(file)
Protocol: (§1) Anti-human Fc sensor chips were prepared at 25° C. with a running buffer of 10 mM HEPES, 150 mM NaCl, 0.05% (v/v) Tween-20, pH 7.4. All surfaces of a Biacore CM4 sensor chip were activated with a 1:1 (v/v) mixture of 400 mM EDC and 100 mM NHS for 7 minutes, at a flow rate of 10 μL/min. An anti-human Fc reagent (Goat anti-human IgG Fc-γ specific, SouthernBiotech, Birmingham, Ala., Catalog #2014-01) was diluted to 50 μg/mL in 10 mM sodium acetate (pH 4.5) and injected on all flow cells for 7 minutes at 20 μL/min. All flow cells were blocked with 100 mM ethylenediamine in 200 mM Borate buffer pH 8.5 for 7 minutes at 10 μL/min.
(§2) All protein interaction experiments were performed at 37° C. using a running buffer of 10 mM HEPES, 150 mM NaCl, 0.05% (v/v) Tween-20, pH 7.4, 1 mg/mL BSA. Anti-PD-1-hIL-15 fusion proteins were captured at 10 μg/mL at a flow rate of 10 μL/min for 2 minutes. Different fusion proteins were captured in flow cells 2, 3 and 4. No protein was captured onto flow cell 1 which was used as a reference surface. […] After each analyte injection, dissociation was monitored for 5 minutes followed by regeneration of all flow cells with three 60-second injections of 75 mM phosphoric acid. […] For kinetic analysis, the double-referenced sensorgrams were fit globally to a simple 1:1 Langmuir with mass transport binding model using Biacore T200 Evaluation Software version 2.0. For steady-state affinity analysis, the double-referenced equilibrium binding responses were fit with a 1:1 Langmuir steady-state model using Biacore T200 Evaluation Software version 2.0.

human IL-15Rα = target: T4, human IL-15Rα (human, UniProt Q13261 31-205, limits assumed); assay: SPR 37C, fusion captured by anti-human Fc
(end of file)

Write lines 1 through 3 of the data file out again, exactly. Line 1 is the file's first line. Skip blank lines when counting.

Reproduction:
Protocol: (§1) Anti-human Fc sensor chips were prepared at 25° C. with a running buffer of 10 mM HEPES, 150 mM NaCl, 0.05% (v/v) Tween-20, pH 7.4. All surfaces of a Biacore CM4 sensor chip were activated with a 1:1 (v/v) mixture of 400 mM EDC and 100 mM NHS for 7 minutes, at a flow rate of 10 μL/min. An anti-human Fc reagent (Goat anti-human IgG Fc-γ specific, SouthernBiotech, Birmingham, Ala., Catalog #2014-01) was diluted to 50 μg/mL in 10 mM sodium acetate (pH 4.5) and injected on all flow cells for 7 minutes at 20 μL/min. All flow cells were blocked with 100 mM ethylenediamine in 200 mM Borate buffer pH 8.5 for 7 minutes at 10 μL/min.
(§2) All protein interaction experiments were performed at 37° C. using a running buffer of 10 mM HEPES, 150 mM NaCl, 0.05% (v/v) Tween-20, pH 7.4, 1 mg/mL BSA. Anti-PD-1-hIL-15 fusion proteins were captured at 10 μg/mL at a flow rate of 10 μL/min for 2 minutes. Different fusion proteins were captured in flow cells 2, 3 and 4. No protein was captured onto flow cell 1 which was used as a reference surface. […] After each analyte injection, dissociation was monitored for 5 minutes followed by regeneration of all flow cells with three 60-second injections of 75 mM phosphoric acid. […] For kinetic analysis, the double-referenced sensorgrams were fit globally to a simple 1:1 Langmuir with mass transport binding model using Biacore T200 Evaluation Software version 2.0. For steady-state affinity analysis, the double-referenced equilibrium binding responses were fit with a 1:1 Langmuir steady-state model using Biacore T200 Evaluation Software version 2.0.

human IL-15Rα = target: T4, human IL-15Rα (human, UniProt Q13261 31-205, limits assumed); assay: SPR 37C, fusion captured by anti-human Fc